A project that aims to beautify and make a major commuter corridor in the District safer for pedestrians is making the neighborhood side streets less safe for those on foot, residents say.
Now more than halfway completed, the Wisconsin Avenue streetscaping project north of Georgetown in Glover Park will remove one of the three lanes in each direction, a move residents say will only encourage more traffic on their streets. The mile-long project has already been a headache for those who are dealing with thousands more cars rolling by their homes twice a day as commuters try to avoid the clog created by the construction work zone.
According to a District Department of Transportation study conducted after the project began in April, 37th Street, which runs parallel to Wisconsin, now handles an estimated 2,840 more cars each weekday.
And residents disagree with DDOT's assessment that the volume will subside once construction finishes in September.
"It's been a frustrating experience," said J.P. Montalvan, a Glover Park resident. "Many of us are concerned about the effect. DDOT says when construction stops, the traffic will go away, but the narrowing of the construction actually mimics what's going to happen when the project is finished."
The agency has agreed to add crosswalks and stop signs at key points on side streets in order to calm traffic for pedestrians. But the residents also want a commitment that DDOT will conduct another study after the project is finished and revise the Wisconsin Avenue plan if traffic continues to be a problem.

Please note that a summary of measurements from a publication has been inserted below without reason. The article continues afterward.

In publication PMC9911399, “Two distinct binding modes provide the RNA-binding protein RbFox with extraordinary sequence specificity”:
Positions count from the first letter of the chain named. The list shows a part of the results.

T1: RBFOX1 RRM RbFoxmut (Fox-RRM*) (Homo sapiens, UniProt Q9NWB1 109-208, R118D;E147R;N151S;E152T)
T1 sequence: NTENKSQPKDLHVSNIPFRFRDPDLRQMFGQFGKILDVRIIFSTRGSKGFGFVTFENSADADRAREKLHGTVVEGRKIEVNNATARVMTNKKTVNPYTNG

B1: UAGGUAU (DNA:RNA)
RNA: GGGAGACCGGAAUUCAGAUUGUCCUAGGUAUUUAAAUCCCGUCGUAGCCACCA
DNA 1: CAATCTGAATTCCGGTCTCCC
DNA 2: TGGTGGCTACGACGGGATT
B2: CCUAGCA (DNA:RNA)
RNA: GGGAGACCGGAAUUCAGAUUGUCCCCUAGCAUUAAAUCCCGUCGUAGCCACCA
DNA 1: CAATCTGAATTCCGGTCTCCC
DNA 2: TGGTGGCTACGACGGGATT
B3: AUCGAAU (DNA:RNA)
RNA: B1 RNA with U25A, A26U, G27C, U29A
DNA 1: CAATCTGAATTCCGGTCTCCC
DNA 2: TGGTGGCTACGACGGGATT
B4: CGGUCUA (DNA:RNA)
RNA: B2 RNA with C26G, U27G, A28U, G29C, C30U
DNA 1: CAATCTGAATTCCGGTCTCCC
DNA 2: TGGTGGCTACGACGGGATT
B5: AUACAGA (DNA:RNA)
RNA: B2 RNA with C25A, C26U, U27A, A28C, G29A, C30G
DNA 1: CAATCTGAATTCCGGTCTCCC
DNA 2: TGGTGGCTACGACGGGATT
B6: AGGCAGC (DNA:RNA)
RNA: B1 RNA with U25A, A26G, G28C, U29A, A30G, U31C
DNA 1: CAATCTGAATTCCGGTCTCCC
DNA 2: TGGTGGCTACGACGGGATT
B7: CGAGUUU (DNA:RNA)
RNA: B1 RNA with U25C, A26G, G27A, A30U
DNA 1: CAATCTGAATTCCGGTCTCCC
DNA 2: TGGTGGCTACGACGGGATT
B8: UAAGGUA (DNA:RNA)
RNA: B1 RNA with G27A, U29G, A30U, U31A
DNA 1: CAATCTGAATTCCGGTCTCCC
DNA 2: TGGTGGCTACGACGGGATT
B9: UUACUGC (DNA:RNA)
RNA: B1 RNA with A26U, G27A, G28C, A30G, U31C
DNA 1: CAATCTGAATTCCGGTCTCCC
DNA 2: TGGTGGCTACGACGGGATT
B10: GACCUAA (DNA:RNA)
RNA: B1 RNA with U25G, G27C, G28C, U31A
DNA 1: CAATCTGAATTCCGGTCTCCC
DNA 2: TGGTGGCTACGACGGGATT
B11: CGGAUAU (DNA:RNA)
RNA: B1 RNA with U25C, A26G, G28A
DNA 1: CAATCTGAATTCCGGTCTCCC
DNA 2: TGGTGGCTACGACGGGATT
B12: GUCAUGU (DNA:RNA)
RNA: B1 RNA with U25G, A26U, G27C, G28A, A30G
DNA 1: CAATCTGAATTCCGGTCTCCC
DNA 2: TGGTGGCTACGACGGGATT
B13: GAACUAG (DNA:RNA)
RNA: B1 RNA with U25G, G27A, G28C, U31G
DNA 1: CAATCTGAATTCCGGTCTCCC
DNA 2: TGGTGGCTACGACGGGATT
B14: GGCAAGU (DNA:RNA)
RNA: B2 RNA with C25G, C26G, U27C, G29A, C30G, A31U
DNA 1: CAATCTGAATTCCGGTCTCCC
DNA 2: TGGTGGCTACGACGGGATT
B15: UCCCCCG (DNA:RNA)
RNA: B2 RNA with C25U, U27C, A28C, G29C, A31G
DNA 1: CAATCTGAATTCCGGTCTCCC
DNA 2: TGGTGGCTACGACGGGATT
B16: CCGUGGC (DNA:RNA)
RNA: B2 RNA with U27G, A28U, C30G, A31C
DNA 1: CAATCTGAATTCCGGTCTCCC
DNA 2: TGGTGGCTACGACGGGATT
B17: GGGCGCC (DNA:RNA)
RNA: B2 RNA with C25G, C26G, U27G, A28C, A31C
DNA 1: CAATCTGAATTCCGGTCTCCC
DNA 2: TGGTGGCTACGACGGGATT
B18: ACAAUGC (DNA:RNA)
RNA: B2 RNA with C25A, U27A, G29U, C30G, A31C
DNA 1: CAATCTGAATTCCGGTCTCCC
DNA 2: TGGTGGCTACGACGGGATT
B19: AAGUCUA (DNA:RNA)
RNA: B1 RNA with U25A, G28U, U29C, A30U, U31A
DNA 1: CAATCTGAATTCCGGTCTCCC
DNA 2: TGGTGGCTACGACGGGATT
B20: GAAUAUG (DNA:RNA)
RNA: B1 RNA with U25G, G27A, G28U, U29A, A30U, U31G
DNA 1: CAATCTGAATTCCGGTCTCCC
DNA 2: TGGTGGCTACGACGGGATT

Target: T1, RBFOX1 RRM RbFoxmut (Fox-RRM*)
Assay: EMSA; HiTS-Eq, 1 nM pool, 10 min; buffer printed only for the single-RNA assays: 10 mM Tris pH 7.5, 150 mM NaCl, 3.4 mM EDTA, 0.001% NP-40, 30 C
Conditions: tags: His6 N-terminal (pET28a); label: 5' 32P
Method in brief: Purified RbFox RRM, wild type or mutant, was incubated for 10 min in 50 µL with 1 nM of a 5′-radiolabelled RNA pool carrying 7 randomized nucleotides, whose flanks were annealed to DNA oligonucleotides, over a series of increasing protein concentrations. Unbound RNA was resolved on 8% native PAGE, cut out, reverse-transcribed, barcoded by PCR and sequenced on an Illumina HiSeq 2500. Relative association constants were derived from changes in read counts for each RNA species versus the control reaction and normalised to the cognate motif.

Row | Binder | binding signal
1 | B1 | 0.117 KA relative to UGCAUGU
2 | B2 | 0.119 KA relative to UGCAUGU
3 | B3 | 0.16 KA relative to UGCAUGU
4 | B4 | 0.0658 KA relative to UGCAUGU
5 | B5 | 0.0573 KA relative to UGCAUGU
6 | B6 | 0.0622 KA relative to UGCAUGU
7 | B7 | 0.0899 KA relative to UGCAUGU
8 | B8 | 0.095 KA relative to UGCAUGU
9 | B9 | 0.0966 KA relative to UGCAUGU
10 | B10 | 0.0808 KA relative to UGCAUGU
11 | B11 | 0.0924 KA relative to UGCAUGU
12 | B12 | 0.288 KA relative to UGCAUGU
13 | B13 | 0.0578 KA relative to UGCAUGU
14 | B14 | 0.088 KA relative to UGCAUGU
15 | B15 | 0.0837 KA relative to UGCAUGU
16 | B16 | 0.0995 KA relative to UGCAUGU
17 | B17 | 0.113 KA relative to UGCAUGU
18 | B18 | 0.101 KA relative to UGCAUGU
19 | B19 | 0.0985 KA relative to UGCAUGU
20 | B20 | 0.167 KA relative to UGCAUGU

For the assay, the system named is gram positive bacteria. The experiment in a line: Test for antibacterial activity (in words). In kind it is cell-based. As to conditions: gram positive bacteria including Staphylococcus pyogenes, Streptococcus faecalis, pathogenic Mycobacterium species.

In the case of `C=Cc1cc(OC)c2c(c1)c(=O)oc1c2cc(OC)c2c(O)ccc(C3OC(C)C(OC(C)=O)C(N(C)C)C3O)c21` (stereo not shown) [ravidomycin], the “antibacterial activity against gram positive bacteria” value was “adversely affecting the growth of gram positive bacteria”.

A spokesman for DDOT referred The Washington Examiner to the first study it released, which says the agency "will continue to monitor traffic volumes" and that the "next round of traffic counts are anticipated" after the project is completed.
Streetscaping projects are often treated as a necessary evil by residents and businesses affected by the construction. Mayor Vincent Gray last week celebrated the completion of Adams Morgan's 18th Street remodel, which is recovering from a streetscaping that business owners said cut into sales by up to 60 percent while construction was camped outside their doors.
But the good news is that for most projects, there is an end. Glover Park residents are worried the narrowing of Wisconsin Avenue is just the beginning for them.
"It's pretty logical that if you jam up the Glover Park corridor, all the traffic is all of a sudden going to reach deadlock," Montalvan said. "Those cars aren't just going to disappear."